While Moses was with the Lord for forty days on Mount Sinai receiving the law, the people of Israel grew restless. They soon looked for a new leader and then a new god.
v1-6. Aaron, functioning as Moses' substitute, is confronted by the people of Israel who want a substitute for both Moses and the Lord. Aaron goes along with the building of an idol, although he doesn't seem to think that his actions are idolatrous. The writer of Exodus certainly views his actions this way (in the terms of Jeroboam's apostasy, 1Ki.12:28). So, the idol is built with the people providing the gold. It is unclear how Aaron makes the golden calf, but probably it is cast and then finished by hand. Why he chooses a calf is unclear. The Egyptian god Apis is represented by a bull, as is the Canaanite god Baal, but we do not quite know whether Aaron thought he was replacing the Lord, or just representing him. Certainly the people proclaim "These are your gods, O Israel." An orgy follows.
v7-14. The scene now moves to the top of the mountain. The Lord burns with fury at Israel's sin and tells Moses he is about to annihilate his chosen people. Moses pleads for mercy on three grounds: First, these are the Lord's people whom he has rescued from Egypt; Second, the Egyptians would see Israel's destruction and it would bring shame on the Lord; Finally, the promise given to Abraham and his descendants must surely stand. In Deuteronomy 9:25 we are told Moses spent forty days interceding for Israel. Clearly, the Lord could immediately act to destroy Israel, but intends to act mercifully in line with his covenant promise. So, the Lord gives Moses the privilege of interceding on the people's behalf.
v15-20. Moses comes back to the camp, along with his assistant Joshua. On hearing the noise of celebration rising from the camp, Moses smashes the two tablets of the covenant in anger. He then sets about the destruction of the cursed image by burning, crushing, and casting the dust upon the waters. Israel must then drink the water.
v21-24. Aaron is now confronted by Moses. He identifies the people's sin, but tries to exonerate himself. He claims the people brought the gold to him of their own accord, and on throwing it in the fire, a golden calf appeared by itself. Our author is comparing Aaron's weakness with the strength and integrity of the true mediator, Moses.
v25-29. The text is quite critical of Aaron. In weakness he has let the people get out of control and has not properly distinguished between the Lord and other deities. Moses now calls for decision and only the Levities come forward to stand with him. They then become the agents of divine judgement. It is interesting that such a critical story, concerning the Aaronic priesthood, is retained in the tradition.
v30-35. Moses again intercedes for the people, even offering his own life for theirs. Although the Lord stays his hand from the people's destruction, they will still have to face a judgement of plague.
The story of the Golden Calf is mentioned by Paul the apostle in his first letter to the Corinthians. 10:7ff, and also by Luke in Acts 7:38ff. For Paul, the story reminds us that the people of Israel possessed wonderful sacraments (baptized in the Reed Sea, communed on manna and water from the rock), yet they turned from the Lord and put their trust in mere idols. Believers can just as easily slip from faith, and we need to remember that the Lord is unlikely to treat us any differently from the way He treated Israel.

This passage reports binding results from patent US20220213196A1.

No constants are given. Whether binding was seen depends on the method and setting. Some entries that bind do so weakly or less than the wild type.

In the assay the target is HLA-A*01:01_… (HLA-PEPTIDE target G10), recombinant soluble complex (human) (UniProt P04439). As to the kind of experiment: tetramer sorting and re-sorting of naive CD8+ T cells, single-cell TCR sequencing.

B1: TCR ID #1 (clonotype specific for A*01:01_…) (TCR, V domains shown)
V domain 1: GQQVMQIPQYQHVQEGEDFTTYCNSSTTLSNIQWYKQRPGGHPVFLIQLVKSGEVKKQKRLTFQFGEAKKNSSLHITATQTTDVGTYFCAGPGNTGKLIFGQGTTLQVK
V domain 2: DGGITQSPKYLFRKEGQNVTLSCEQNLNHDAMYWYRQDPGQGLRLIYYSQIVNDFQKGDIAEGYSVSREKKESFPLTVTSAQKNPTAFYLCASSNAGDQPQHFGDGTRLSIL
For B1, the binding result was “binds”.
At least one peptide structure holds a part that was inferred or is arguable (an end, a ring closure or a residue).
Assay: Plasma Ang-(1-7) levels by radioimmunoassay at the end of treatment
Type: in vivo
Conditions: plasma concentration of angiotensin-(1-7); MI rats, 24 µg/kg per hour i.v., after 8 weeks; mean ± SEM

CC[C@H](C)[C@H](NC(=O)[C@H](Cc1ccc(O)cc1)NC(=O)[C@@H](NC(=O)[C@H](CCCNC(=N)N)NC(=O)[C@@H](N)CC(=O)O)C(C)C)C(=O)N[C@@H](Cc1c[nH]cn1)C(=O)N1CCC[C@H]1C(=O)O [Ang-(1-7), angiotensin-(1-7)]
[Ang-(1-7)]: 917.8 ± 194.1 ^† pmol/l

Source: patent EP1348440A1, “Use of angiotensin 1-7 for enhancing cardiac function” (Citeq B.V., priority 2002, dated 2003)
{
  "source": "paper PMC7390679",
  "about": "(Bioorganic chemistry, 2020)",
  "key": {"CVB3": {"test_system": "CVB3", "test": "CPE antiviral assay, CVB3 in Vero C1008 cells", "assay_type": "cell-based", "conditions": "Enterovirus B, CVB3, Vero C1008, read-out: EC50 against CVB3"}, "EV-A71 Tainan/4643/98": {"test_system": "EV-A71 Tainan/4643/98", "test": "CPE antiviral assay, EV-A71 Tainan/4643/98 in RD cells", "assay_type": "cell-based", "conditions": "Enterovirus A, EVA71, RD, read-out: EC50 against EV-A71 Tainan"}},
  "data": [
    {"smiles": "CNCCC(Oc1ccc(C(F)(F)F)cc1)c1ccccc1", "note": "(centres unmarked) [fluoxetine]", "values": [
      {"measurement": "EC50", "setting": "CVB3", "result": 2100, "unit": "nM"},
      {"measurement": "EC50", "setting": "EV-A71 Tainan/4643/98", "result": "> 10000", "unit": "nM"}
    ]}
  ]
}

In Acts, Luke records the sermon of Stephen, the first Christian martyr. In this sermon Stephen functions within the tradition of the Old Testament prophets. He condemns the sin of Israel (a "stiff-necked" people), and so is treated as the prophets were treated. In classic style Stephen both condemns and intercedes, and in that sense he stands with Moses, the prophets, John the Baptist, Jesus and the apostles. The Israel of Stephen's day was no different to the Israel of Moses' day. "They refused to obey him, but thrust him aside." They "turned to Egypt", worshipping the "works of their own hands." As a result, "God gave them over to worship the host of heaven" (meaning the gods of the nations, who are no gods). God allowed them to face the consequence of their actions. Of course, we would do well to remember that the same fate awaits us, the ingrafted wild olive branch, if we fail to rest on the prophetic word.
The story of the Golden Calf has prompted a variety of interpretations. For the early church, the focus was on the apostasy of the Jewish nation. For the synagogue, it was certainly an embarrassing story. During the classical period, Christian theologians were more concerned with handling the enigma of a God who seemingly changes his mind. They tended to conclude that the Lord was speaking "in human fashion", while Calvin argued that He was just testing Moses. Others were more concerned with the fact that Moses seemed willing to throw away his salvation for the people. Augustine considered the statement "careless", but most agreed that Moses' salvation was not in jeopardy.
In the Victorian to modern era, the tendency has been to draw from the story of the Golden calf a warning concerning the danger of syncretism. The church is always tempted to rest on a visible substitute for God. The cultural/secular dreams (quasi religious needs) of the people can easily become the driving force of the church. A crowd-pleasing pragmatism will quickly move us from deism to paganism. The institution has then produced its own golden calf and undermined faith in the process. Let us, therefore, take care that the mission of our church is driven by God's Word rather than marketing methods.
1. Illustrate Aaron's crowd-pleasing pragmatism in today's church.
2. Pragmatism, of itself, does not necessarily move us from deism to paganism, so what are the associated factors that lead us in this direction?